When it comes to fixing the troubled relationships that people have with food and their bodies, we’ve put too much focus on the individual  and not enough effort into addressing the dysfunctions of systems that feed their diseases. My training as a systems thinker tells me that when one part of the family is symptomatic, we need to treat the whole family for sustainable change to occur. Pinning the problem on those suffering from the effects of a broken system (the “identified patient” in family systems terms) is not only ineffective, but leaves individuals bearing personal responsibility for problems much bigger than any one person.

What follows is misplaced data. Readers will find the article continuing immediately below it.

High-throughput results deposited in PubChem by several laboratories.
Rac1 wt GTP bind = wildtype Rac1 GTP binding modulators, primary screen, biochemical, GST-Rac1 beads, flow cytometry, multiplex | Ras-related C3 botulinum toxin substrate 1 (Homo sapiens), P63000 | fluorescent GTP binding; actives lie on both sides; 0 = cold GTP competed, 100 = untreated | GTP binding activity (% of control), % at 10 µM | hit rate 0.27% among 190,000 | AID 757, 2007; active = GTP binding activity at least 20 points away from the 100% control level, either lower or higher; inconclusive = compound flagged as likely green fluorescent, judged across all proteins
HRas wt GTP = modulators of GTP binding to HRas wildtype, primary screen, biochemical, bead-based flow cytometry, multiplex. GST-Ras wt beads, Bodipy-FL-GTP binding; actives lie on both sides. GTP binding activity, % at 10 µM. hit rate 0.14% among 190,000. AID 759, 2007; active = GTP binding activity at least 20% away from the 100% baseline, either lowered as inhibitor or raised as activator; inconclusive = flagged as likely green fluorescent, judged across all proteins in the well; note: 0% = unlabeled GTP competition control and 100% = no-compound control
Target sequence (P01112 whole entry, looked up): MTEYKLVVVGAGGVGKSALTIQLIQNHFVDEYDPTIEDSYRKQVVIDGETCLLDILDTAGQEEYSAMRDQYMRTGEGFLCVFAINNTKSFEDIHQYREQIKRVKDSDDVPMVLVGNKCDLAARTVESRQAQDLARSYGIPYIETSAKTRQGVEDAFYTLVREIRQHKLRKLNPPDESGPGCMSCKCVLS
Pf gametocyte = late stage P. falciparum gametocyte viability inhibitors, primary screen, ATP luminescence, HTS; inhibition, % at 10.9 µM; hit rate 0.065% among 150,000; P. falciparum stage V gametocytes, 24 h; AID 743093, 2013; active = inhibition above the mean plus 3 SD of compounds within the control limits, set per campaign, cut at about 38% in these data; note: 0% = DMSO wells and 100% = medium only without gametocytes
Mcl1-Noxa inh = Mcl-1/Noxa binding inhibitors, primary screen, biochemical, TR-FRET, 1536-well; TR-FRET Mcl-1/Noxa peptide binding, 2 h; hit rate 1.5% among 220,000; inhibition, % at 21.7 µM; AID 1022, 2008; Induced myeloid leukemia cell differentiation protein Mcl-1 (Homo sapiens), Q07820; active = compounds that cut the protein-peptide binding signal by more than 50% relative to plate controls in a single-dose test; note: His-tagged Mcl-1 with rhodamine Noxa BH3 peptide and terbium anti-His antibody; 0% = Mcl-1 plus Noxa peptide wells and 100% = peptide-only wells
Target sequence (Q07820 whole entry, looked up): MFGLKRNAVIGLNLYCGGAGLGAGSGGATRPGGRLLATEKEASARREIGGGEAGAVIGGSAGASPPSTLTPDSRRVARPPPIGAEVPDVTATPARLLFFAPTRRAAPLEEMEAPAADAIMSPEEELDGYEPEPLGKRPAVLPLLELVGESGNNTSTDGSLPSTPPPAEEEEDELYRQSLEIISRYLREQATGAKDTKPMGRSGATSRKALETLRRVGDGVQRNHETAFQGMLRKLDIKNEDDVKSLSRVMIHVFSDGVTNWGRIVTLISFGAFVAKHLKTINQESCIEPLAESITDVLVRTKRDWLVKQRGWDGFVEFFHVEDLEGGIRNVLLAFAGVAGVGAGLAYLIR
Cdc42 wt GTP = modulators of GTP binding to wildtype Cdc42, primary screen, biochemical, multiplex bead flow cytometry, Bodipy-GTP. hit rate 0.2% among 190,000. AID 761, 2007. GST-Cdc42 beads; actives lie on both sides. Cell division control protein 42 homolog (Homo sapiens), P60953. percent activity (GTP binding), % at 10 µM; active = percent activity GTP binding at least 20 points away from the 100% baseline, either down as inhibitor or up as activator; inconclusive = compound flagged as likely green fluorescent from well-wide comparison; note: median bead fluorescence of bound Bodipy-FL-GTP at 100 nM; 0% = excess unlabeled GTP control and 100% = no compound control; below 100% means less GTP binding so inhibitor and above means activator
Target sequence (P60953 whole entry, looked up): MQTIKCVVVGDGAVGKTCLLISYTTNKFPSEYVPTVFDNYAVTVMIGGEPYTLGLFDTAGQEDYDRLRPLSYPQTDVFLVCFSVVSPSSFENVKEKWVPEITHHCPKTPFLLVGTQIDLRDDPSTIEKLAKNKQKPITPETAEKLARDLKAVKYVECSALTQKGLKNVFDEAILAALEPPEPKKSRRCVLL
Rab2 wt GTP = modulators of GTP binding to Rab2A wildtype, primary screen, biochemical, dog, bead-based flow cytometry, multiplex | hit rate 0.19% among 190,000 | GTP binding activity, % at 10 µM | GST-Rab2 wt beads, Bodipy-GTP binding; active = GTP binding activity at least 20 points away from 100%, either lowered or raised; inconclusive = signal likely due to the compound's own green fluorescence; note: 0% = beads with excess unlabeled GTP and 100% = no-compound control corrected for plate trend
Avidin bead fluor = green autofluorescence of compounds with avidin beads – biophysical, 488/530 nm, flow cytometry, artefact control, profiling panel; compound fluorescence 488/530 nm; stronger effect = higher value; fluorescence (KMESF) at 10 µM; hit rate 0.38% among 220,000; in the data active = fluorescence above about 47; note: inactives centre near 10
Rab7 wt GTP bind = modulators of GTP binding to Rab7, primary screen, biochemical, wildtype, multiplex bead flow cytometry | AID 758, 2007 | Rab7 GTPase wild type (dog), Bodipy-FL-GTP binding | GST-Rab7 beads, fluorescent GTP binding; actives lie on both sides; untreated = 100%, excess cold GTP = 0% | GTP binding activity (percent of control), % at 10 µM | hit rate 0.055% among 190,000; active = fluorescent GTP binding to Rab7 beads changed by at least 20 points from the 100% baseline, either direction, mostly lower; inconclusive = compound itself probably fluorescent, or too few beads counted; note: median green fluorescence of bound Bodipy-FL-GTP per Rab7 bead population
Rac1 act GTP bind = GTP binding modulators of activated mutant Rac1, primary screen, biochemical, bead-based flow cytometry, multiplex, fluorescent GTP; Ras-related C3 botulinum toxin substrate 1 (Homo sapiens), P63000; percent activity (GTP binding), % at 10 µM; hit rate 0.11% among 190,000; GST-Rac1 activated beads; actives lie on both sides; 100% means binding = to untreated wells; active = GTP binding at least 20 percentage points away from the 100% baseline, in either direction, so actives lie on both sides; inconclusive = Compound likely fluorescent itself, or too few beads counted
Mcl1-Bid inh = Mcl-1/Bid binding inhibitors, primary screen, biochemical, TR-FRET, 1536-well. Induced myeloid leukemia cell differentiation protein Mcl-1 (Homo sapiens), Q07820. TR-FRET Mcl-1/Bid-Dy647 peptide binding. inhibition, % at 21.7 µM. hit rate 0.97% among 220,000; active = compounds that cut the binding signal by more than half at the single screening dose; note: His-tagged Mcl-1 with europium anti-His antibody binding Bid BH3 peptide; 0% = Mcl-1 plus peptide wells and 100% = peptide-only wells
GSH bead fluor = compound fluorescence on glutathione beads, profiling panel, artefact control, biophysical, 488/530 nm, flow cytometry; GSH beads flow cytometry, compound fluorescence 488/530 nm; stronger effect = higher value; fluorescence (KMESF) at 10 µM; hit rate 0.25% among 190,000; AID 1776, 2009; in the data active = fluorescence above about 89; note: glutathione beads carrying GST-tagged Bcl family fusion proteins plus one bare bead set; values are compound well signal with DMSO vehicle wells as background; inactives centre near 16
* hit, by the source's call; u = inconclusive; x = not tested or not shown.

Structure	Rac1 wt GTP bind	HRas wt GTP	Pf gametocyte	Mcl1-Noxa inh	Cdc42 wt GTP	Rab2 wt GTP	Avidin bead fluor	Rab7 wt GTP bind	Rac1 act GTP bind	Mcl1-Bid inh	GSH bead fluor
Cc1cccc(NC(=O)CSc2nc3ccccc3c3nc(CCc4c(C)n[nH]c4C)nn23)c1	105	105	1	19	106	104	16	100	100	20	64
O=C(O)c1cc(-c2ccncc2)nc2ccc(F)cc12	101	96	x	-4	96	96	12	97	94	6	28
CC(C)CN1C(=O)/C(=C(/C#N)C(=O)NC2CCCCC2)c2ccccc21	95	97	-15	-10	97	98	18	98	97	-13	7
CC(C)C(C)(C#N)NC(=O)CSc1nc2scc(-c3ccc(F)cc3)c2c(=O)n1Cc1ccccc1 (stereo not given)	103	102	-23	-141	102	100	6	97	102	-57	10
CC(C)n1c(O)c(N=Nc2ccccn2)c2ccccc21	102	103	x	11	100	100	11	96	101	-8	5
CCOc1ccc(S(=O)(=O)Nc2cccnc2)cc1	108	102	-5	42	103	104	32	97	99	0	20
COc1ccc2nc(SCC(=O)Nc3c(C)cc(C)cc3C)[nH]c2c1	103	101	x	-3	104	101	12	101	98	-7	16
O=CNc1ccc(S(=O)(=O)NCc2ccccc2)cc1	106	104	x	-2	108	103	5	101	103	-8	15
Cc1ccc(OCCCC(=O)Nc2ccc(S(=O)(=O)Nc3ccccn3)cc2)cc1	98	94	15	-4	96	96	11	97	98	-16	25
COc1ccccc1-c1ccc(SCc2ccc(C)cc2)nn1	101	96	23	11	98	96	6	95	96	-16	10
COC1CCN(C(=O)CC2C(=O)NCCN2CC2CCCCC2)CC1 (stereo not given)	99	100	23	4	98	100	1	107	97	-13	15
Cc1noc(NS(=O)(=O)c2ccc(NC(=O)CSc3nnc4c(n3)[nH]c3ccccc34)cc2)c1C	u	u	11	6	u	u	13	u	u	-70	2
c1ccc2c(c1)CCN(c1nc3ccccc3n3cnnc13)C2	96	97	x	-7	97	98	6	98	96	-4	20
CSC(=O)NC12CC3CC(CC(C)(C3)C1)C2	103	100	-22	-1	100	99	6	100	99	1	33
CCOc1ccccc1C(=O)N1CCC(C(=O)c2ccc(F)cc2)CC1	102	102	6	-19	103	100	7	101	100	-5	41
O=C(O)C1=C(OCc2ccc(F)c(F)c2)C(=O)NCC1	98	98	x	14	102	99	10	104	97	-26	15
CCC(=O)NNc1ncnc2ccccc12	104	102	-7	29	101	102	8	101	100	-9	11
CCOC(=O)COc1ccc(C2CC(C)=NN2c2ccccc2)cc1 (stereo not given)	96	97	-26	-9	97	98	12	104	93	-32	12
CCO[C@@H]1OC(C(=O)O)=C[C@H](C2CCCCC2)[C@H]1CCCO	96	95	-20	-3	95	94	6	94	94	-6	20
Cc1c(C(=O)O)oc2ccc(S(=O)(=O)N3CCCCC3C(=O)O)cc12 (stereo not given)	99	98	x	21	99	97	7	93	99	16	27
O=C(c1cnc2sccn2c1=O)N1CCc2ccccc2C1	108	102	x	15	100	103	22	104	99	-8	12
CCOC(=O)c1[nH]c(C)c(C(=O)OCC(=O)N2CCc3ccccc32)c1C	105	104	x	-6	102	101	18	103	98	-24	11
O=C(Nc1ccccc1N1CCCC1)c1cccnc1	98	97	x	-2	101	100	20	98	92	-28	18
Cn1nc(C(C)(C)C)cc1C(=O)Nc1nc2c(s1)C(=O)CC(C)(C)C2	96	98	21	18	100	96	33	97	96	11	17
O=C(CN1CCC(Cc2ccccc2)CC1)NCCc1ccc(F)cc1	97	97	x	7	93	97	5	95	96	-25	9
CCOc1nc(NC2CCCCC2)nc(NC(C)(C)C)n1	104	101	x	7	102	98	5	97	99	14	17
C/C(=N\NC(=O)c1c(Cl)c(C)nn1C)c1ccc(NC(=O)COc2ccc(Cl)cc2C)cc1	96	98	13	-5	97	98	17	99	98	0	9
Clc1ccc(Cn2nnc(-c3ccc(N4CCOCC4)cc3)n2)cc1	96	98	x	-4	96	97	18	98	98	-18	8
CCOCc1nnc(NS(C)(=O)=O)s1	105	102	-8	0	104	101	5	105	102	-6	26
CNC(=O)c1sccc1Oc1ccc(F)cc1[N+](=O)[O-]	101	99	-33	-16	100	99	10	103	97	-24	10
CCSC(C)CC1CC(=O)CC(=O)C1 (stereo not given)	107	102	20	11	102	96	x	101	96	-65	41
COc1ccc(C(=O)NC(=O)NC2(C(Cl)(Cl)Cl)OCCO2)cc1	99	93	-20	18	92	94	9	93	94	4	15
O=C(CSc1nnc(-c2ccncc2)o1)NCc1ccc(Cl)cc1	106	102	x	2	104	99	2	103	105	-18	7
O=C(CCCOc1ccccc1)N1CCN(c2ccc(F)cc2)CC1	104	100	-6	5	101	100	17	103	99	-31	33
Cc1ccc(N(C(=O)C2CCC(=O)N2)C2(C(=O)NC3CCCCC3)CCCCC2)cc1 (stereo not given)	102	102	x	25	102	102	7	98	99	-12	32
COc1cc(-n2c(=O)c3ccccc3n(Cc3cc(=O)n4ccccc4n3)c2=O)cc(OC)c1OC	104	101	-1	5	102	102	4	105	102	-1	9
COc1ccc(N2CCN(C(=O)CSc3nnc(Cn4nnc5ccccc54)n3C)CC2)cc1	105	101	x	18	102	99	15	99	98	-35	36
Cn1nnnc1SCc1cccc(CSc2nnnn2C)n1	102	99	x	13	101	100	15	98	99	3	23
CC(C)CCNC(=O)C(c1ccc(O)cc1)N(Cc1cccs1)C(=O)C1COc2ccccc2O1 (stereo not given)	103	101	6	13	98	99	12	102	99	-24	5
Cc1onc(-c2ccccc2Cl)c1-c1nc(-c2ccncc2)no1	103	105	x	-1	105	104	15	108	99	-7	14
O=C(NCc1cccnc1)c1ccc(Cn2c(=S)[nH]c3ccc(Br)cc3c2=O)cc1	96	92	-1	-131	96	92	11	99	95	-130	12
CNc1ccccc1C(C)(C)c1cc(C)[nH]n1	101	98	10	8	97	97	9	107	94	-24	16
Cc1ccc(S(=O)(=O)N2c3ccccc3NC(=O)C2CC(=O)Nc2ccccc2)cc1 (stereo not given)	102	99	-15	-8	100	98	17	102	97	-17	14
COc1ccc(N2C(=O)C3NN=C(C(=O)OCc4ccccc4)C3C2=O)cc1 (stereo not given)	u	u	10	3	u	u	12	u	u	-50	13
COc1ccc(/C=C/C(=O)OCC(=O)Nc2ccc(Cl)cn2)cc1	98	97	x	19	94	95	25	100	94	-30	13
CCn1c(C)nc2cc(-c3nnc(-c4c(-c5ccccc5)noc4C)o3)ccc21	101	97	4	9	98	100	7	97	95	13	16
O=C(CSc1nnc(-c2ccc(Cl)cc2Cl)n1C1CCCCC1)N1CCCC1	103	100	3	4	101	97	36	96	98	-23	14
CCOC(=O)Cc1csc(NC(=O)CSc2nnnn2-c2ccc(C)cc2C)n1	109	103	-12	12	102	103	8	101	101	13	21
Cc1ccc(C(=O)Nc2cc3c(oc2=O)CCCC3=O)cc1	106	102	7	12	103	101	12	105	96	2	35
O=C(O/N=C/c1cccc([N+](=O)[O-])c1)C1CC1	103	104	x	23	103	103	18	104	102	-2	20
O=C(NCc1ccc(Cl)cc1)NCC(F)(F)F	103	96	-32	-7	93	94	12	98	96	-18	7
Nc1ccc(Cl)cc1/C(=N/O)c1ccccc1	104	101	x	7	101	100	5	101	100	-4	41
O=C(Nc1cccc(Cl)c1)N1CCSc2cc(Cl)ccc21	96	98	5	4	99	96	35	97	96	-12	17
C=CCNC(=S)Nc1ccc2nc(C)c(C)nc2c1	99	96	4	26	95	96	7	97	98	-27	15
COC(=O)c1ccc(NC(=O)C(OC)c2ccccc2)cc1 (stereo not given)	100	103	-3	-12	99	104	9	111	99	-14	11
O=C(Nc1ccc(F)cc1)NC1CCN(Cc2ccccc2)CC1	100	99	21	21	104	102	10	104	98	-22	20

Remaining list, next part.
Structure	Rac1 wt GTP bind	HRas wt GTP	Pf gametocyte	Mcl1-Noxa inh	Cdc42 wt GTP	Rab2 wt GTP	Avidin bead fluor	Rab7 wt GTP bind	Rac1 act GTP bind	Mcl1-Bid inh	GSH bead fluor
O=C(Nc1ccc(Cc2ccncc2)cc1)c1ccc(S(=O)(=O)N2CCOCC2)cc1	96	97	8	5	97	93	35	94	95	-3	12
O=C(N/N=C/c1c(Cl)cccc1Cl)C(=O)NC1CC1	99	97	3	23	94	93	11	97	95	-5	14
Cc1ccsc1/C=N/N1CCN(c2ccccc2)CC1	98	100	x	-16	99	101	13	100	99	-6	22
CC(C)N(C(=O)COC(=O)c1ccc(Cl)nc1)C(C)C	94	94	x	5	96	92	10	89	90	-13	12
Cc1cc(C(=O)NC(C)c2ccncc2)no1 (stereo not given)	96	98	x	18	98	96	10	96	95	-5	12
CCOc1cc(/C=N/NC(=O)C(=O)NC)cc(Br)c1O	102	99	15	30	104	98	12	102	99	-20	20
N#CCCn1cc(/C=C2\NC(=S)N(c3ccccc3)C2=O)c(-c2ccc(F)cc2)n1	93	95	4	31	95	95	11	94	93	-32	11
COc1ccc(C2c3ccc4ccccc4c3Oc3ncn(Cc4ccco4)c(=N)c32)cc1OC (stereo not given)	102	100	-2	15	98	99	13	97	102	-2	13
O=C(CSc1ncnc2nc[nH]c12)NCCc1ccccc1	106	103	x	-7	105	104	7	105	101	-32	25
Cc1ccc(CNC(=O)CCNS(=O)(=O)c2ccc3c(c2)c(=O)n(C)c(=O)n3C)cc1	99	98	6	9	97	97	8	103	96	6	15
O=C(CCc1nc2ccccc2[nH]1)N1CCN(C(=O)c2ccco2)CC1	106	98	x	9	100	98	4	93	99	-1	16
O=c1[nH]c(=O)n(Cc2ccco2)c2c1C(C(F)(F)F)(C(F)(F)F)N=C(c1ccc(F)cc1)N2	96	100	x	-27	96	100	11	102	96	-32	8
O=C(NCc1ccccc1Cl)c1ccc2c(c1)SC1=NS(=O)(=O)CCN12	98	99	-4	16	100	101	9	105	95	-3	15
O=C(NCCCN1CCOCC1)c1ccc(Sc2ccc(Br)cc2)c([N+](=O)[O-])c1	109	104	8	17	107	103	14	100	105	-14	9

I love sweet peas. I love their delicate but strong blossoms, the way they fold in on themselves on one side and open up on another. I love their unpredictability–the way they weave up the fence, around the trellis or wildly splay out everywhere ignoring my effort to contain them. I love the variety of shapes and colors. I especially love their sweetness–along with jasmine and gardenias, they announce spring’s arrival.

the more you take, the more they give

I met a sister sweet pea lover who gave me yet another reason to love them. Like God who loves to love us without limits and yearns for love to blossom everywhere–the more you take, the more sweet peas give.

Sweet peas on the kitchen counter and dining room table, in the bedrooms and bathrooms. I can’t keep up with them. The more I cut, the more they produce. The more I take, the more they give. Even this morning, after several months of production, another bouquet.